Optimism that the Parkhead club could build on their impressive displays in Europe’s premier club competition last term and record a first win in six long years were high among the away supporters who flocked to the De Kuip for their opening Group E match against Feyenoord tonight.
But they were left feeling a horrible sense of déjà vu when the final whistle blew as Brendan Rodgers understrength side, despite performing well against their Dutch rivals for long spells, ended up on the receiving end of another painful defeat.
The second half red cards which Gustaf Lagerbielke and Odin Thiago Holm received in Rotterdam significantly reduced their chances of cancelling out the soft free kick which Calvin Stengs netted in the second minute of added on time at the end of the first.
When Feyenoord substitute Alireza Jahanbakhsh struck with 14 minutes of regulation time remaining it killed off their slim prospects of salvaging an unlikely point. Still, the Celtic players will feel frustrated not to take something from the encounter after putting so much into it. Their mistakes cost them dear.
Here are five talking points from another disappointing Champions League evening for the treble winners.
There were no major surprises in the Celtic side. Nat Phillips, who had rolled his ankle at the weekend, was not included in the squad. Reo Hatate, meanwhile, returned to central midfield after making his return from a month-long injury lay-off three days ago.
The big decision Rodgers had to make was out wide. Did he put his faith new signing Luis Palma, who only made his debut when he came on for the final half an hour on Saturday, on the wing? He took the gamble.
The Honduran winger, a £3.5m signing from Greek outfit Aris just before the transfer window closed, probably got the nod because of his past involvement in European football. The 23-year-old has played in Conference League qualifiers with his previous employers and scored a winner against Dynamo Kyiv last month.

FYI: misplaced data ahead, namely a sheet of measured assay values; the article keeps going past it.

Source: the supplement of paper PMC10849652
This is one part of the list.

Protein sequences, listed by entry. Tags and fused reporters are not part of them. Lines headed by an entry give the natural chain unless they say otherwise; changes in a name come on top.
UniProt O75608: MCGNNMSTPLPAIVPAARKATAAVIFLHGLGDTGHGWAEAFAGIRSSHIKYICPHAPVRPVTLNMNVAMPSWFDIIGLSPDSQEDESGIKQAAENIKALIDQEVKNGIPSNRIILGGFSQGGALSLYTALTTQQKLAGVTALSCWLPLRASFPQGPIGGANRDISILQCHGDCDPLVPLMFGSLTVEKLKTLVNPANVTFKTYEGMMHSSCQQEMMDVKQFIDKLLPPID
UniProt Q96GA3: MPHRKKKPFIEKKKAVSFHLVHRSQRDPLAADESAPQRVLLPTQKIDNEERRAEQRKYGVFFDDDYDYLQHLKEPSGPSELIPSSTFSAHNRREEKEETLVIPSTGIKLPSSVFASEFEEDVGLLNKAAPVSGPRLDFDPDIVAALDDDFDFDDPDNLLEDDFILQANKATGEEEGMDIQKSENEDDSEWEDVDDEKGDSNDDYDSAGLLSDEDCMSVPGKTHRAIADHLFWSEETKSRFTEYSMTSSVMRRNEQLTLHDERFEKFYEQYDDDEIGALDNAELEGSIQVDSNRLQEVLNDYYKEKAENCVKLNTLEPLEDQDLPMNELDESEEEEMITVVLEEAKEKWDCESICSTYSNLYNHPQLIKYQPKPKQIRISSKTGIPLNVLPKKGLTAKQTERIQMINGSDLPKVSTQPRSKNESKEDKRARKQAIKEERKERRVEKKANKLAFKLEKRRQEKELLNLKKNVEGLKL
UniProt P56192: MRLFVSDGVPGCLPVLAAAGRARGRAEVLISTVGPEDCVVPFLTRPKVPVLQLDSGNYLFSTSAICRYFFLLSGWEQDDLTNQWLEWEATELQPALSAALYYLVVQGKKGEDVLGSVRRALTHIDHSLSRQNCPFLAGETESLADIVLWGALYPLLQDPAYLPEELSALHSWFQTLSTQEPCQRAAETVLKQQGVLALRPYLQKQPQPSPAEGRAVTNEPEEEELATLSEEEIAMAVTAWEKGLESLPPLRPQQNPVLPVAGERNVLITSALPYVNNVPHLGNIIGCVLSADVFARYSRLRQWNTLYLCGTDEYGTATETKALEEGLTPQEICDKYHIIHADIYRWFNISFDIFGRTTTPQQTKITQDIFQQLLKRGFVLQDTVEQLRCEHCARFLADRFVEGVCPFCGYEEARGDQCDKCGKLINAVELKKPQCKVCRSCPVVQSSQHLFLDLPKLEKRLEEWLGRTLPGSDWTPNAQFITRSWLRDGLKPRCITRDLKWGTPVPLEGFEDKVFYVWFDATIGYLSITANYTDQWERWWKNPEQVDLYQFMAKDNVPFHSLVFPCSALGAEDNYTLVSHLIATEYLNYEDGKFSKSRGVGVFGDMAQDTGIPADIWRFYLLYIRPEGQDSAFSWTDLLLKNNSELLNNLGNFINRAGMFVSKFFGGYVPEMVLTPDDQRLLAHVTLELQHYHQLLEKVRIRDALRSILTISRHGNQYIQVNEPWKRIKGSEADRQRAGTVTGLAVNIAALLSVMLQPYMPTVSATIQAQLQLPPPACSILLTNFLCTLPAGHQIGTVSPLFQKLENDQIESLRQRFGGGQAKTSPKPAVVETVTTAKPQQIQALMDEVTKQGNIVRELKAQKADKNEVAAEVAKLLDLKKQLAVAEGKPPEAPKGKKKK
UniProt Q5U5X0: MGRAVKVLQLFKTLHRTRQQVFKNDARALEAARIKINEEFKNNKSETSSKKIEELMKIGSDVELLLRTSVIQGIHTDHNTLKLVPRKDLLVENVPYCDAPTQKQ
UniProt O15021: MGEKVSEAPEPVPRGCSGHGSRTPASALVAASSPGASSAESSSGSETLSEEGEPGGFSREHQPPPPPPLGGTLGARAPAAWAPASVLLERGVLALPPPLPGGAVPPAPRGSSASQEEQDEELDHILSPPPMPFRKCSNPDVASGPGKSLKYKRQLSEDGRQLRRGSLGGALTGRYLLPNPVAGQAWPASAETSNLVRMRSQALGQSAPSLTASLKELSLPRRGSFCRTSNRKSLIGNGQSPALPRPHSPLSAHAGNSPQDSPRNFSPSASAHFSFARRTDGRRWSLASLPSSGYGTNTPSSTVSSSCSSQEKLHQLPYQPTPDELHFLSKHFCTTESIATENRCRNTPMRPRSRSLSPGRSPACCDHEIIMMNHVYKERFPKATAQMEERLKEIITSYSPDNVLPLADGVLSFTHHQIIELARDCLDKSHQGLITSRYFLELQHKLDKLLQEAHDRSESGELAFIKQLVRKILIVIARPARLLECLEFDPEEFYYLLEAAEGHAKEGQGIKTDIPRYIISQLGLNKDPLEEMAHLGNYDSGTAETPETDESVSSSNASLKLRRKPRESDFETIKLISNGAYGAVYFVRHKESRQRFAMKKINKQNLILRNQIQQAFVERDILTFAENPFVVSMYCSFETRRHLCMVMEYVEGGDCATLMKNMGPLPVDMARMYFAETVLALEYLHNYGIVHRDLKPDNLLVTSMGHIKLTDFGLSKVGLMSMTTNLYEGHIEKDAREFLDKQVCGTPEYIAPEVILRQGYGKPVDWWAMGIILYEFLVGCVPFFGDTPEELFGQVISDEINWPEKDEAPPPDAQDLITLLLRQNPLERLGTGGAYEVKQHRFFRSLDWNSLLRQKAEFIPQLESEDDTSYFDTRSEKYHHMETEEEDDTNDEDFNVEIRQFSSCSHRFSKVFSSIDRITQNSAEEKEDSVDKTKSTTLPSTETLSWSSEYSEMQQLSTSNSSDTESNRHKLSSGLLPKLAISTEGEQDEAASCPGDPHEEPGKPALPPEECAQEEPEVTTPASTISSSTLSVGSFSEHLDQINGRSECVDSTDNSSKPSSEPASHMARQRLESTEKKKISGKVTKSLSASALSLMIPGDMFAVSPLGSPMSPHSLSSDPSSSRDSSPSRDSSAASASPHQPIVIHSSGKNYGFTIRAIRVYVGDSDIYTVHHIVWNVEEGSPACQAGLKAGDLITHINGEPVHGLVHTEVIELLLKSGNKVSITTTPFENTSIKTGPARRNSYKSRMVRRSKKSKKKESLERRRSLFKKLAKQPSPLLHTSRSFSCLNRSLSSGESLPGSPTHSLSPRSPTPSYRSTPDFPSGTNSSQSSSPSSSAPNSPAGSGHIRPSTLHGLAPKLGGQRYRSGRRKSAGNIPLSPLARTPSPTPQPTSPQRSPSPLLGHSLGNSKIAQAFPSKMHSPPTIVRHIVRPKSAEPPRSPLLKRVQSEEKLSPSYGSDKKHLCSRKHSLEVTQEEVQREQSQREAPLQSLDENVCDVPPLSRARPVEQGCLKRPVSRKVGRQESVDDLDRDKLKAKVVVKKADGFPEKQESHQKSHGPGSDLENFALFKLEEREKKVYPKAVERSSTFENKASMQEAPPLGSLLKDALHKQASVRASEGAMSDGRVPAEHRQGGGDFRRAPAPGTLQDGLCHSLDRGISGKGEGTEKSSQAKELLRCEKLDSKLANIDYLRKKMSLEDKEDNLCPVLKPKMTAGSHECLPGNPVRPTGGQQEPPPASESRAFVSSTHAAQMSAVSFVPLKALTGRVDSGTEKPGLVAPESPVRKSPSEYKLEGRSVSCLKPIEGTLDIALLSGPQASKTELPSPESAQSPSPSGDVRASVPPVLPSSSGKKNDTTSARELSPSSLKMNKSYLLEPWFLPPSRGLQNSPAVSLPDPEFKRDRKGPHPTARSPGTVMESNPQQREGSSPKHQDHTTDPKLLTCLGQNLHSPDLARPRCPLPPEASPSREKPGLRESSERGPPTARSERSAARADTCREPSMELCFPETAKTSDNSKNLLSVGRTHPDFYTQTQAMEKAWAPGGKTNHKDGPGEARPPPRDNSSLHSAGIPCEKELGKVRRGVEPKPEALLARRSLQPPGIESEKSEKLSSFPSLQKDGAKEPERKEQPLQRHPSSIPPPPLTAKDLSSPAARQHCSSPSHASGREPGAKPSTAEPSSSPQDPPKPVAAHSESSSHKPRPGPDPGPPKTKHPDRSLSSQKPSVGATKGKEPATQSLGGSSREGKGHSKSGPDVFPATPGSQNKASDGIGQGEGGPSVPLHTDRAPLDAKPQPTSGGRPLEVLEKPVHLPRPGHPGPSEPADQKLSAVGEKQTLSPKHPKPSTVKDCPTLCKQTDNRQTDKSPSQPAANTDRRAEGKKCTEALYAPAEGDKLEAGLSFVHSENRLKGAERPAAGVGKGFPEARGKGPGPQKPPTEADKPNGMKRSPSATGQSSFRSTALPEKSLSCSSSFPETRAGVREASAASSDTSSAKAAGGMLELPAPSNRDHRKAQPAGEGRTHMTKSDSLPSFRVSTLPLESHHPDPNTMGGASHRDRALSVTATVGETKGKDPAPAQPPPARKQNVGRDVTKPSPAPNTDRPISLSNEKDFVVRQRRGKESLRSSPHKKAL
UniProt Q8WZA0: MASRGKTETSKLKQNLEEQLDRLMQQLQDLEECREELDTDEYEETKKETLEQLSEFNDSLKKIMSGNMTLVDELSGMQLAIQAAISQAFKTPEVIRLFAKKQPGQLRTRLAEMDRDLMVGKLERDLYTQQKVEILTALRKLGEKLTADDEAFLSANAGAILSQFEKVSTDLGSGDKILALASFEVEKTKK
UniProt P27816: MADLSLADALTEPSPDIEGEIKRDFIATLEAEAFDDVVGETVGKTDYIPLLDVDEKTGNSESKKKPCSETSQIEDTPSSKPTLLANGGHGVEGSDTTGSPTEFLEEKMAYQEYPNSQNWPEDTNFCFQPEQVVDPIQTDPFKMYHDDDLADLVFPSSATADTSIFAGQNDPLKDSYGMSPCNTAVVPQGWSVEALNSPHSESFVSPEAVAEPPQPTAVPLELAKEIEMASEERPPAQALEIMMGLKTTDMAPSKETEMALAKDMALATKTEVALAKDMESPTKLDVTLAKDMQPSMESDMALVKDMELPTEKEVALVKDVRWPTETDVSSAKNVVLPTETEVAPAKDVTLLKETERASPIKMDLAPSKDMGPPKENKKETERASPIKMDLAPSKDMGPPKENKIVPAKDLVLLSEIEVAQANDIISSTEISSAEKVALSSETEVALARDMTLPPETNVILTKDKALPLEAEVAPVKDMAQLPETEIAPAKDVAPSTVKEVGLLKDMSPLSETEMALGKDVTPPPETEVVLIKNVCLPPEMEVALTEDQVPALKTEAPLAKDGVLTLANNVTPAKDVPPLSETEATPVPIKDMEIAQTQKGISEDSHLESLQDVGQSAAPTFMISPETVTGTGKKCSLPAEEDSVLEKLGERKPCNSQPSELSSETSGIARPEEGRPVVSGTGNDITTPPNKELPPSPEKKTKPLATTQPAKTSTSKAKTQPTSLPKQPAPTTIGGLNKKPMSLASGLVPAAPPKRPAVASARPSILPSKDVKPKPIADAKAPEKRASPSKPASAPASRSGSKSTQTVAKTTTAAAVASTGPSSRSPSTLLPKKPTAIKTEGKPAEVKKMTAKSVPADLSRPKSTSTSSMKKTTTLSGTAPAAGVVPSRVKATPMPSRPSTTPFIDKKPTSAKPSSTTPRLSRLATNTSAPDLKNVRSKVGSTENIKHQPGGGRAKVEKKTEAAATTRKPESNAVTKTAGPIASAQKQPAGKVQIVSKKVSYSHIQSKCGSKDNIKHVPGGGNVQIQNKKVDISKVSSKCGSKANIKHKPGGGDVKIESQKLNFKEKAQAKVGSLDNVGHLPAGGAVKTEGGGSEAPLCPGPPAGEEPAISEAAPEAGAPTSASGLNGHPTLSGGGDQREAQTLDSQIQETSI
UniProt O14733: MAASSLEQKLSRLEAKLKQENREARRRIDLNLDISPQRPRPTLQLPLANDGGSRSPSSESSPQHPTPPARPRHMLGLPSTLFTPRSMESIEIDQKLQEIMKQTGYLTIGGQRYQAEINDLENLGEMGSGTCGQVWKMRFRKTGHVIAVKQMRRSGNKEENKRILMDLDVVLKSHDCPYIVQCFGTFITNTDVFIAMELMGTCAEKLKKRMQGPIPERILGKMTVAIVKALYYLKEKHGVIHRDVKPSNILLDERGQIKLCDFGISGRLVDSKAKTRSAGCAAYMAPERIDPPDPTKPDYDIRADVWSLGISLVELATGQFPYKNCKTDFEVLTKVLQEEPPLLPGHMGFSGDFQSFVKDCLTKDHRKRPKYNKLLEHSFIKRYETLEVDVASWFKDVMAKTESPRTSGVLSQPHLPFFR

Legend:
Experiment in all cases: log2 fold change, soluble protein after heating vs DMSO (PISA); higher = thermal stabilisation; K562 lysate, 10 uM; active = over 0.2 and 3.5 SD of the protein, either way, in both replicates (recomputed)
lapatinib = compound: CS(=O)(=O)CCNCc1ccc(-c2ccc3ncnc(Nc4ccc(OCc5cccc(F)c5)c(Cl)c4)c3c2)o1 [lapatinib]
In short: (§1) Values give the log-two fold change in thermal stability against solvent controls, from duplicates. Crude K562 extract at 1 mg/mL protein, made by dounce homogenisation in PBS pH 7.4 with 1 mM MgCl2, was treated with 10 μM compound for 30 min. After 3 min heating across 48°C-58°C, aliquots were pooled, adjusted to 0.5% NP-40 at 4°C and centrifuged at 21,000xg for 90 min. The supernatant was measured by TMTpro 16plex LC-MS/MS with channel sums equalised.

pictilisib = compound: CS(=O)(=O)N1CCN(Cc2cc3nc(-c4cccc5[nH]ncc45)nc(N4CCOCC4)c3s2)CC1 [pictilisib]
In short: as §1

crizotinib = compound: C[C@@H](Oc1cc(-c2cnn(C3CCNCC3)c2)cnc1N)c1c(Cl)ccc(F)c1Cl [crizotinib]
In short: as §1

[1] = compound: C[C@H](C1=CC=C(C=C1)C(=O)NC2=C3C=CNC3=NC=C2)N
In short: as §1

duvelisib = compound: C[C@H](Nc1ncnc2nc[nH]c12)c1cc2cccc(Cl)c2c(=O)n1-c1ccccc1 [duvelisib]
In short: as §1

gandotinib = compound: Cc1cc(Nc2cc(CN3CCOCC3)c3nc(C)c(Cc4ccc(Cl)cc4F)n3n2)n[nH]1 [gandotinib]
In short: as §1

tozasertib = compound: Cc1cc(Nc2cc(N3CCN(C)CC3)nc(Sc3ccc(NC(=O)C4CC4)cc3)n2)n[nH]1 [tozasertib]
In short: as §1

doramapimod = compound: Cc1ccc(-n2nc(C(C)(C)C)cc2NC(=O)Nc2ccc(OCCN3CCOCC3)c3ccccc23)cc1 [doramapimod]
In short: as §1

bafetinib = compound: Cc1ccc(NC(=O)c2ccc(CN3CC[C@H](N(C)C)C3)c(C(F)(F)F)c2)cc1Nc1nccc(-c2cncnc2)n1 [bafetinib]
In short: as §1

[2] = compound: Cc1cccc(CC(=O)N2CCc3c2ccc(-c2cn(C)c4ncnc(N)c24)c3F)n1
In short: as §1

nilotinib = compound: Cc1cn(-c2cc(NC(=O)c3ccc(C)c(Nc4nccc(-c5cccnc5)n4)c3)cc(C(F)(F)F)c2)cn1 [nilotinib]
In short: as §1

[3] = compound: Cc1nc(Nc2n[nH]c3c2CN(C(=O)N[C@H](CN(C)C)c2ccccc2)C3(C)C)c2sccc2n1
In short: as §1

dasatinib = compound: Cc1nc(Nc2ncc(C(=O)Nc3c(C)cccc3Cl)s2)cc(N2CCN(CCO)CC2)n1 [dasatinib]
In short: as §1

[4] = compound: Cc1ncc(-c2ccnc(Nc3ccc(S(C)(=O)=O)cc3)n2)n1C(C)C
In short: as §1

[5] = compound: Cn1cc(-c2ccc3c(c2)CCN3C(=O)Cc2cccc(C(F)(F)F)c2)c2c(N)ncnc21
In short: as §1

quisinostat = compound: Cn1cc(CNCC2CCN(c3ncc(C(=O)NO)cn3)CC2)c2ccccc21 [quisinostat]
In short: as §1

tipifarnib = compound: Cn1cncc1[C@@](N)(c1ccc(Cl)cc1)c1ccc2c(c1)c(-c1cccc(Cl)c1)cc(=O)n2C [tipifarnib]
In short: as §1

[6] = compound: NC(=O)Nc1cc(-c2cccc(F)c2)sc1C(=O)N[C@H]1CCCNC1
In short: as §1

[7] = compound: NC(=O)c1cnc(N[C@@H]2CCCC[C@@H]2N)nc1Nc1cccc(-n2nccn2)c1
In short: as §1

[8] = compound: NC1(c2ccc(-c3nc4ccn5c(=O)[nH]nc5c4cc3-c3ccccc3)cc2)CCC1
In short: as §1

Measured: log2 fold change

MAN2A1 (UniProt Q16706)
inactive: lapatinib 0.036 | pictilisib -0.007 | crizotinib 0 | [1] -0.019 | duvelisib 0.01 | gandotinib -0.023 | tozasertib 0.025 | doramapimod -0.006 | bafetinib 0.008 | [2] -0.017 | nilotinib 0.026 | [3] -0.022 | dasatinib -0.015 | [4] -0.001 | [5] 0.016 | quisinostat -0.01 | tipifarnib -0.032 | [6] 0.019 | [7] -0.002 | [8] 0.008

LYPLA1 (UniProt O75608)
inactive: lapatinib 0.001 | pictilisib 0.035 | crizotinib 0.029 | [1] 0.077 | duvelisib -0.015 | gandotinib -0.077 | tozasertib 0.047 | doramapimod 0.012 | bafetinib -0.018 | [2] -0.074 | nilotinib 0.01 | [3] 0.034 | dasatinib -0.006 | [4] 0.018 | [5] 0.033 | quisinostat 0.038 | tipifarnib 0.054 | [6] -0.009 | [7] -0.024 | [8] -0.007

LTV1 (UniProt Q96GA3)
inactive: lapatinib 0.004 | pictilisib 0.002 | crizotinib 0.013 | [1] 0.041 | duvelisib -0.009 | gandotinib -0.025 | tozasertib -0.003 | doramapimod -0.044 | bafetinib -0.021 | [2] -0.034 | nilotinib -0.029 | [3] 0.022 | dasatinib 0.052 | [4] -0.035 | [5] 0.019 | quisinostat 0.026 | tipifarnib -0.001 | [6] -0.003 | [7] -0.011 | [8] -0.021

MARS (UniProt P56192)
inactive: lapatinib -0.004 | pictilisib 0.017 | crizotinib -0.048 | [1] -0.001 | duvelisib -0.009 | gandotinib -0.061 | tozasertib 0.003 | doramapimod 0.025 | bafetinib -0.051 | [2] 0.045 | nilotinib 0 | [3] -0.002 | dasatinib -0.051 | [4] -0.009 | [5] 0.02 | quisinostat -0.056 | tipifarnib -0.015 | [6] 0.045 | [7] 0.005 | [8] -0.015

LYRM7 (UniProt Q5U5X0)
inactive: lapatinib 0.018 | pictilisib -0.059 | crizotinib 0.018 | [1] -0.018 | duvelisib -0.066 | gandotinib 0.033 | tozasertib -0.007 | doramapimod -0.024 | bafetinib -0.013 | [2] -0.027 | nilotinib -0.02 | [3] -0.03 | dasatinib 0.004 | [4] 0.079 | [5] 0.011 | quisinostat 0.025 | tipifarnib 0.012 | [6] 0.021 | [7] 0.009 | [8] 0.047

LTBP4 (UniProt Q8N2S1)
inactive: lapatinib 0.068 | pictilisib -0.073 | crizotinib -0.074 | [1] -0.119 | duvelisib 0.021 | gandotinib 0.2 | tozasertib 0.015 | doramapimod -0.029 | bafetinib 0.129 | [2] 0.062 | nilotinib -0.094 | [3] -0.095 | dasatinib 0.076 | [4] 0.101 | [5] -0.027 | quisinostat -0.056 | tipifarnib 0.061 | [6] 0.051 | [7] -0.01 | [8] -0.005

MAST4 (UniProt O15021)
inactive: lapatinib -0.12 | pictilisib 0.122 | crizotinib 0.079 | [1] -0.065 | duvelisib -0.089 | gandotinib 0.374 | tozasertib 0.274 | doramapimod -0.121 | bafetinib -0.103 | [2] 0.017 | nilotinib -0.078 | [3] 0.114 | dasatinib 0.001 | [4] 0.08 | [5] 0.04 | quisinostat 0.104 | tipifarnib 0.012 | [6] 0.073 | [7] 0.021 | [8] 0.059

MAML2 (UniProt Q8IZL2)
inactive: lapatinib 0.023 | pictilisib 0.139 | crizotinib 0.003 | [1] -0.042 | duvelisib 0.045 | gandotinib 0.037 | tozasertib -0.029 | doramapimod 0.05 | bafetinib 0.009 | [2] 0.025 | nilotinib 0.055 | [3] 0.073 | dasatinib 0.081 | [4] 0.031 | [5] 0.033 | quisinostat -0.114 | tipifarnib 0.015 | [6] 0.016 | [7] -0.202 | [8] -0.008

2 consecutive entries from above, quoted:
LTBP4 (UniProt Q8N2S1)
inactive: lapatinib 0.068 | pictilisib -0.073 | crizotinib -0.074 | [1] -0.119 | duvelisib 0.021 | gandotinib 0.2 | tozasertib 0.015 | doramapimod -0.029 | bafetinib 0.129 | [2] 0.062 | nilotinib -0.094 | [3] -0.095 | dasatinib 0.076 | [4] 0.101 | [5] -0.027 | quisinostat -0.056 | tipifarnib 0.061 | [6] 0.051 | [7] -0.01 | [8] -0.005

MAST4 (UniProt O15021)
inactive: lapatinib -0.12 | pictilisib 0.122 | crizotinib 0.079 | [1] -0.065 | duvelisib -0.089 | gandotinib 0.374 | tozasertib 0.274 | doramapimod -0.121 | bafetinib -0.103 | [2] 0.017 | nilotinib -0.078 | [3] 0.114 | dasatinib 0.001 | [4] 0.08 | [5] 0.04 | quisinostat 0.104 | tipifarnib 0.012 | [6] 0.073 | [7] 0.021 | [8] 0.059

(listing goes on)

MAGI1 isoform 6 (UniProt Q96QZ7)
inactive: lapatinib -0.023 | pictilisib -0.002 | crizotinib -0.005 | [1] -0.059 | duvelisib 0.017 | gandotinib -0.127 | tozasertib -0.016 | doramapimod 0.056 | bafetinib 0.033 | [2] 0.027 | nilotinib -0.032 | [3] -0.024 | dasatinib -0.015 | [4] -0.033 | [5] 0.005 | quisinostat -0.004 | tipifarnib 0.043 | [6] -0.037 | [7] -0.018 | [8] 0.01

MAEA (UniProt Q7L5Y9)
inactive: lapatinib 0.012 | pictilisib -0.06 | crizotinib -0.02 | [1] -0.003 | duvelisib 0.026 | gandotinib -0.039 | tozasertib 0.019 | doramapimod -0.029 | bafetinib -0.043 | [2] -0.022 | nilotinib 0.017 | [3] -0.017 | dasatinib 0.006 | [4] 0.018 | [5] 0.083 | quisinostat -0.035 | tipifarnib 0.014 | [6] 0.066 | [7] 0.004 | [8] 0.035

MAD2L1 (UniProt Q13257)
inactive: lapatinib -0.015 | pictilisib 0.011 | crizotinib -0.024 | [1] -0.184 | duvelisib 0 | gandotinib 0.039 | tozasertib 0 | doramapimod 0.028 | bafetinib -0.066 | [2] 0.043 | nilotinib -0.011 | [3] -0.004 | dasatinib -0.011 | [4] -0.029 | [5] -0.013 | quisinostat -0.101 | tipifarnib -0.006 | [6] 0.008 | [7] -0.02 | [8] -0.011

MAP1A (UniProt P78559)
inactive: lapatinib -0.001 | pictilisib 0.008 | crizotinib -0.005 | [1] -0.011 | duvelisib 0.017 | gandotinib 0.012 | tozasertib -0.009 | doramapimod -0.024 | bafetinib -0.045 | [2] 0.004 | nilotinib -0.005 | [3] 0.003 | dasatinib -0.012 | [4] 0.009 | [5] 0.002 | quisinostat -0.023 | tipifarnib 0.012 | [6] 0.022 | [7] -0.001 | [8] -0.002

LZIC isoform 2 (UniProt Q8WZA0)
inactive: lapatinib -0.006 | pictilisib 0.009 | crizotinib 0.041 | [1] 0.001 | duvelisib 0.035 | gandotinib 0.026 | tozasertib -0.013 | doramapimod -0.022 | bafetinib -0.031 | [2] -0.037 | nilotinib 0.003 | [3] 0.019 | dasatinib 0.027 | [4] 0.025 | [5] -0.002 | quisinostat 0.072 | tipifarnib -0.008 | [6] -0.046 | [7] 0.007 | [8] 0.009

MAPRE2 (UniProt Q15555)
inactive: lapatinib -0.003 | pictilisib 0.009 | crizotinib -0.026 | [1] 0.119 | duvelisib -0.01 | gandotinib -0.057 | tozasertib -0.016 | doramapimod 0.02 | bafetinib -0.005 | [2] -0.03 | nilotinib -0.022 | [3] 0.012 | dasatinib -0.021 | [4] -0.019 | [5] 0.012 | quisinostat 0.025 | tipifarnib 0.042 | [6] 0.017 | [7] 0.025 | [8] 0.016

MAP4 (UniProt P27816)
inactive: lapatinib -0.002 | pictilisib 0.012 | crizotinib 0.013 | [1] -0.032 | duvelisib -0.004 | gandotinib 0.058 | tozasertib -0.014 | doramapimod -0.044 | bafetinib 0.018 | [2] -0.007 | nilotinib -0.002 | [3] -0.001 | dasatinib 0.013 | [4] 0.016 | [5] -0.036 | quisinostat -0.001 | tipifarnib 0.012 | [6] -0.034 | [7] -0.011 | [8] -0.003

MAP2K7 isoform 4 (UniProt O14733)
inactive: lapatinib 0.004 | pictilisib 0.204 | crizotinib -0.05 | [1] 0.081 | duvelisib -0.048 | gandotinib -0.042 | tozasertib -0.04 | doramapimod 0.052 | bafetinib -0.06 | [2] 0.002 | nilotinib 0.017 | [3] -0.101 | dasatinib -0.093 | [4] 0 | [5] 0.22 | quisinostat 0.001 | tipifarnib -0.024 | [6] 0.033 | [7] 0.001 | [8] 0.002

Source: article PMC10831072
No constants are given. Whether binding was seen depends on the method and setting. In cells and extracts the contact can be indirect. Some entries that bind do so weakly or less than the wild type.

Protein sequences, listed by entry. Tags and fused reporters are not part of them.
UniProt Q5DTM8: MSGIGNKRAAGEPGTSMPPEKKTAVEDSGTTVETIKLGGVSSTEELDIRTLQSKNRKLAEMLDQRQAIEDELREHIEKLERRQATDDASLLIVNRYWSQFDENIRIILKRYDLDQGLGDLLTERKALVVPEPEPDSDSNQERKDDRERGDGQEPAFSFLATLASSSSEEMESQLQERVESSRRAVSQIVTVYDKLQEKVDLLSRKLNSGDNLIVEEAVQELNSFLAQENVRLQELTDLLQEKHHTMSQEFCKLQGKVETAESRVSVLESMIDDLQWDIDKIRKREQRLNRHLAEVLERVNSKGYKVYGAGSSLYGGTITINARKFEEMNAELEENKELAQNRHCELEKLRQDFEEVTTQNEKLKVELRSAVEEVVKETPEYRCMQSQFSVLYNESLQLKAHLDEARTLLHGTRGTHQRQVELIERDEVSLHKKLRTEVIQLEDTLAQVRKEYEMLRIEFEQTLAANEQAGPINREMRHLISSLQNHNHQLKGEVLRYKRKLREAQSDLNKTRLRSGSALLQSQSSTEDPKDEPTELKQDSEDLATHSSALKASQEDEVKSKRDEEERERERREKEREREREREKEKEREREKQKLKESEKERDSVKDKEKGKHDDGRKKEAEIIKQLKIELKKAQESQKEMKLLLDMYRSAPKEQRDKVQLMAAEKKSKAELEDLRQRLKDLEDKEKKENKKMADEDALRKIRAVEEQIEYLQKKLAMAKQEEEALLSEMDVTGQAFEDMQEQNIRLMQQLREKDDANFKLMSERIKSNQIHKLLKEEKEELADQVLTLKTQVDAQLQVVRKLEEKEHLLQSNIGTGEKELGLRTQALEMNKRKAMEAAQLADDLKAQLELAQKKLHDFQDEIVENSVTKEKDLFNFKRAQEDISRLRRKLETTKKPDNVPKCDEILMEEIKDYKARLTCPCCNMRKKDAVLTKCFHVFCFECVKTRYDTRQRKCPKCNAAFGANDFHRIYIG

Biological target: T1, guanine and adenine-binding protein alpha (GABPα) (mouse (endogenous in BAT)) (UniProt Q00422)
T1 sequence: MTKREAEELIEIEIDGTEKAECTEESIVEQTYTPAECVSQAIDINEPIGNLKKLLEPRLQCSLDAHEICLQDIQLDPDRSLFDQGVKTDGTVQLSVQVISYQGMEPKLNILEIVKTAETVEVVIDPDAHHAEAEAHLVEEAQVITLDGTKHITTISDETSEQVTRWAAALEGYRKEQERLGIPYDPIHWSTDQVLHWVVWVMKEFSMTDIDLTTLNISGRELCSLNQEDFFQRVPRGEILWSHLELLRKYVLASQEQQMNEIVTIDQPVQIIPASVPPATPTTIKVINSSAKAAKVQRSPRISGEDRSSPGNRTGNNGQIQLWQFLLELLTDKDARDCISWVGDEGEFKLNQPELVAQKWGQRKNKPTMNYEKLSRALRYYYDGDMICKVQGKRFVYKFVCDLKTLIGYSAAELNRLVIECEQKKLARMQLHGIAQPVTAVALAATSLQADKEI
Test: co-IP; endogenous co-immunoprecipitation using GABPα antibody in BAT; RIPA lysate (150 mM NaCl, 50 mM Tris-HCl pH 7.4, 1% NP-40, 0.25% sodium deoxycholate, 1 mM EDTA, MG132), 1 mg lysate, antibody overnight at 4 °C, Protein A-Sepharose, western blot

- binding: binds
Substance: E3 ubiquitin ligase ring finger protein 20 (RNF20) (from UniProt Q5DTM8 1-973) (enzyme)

Still, it was asking an awful lot of the new recruit to perform in such a difficult away fixture on his first start. Would he rise to the occasion or be posted missing? He did the former before making way for Yang Hyeon-gyu. He looked capable of creating an opening whenever he got time and space. It was an encouraging outing.
Lagerbielke and Liam Scales had proved everyone who had tipped them to struggle against Rangers at Ibrox earlier this month – and there were plenty of them – emphatically wrong and helped Celtic to keep a clean sheet in a 1-0 win.
But would the Irishman and the Swede deal with the threat posed by the most prolific side in the Eredivisie this term on foreign soil. They were facing opponents who had just scored five goals or more in three consecutive matches for the first time since 1958 and only the second time in their 115 year history.
If Scales, whose only previous taste of the Champions League was playing for Shamrock Rovers against Slovan Bratislava in two qualifiers two years ago, was feeling any nerves about the challenge which lay ahead of him they would have disappeared when he intercepted a Quilindschy Hartmann diagonal early on.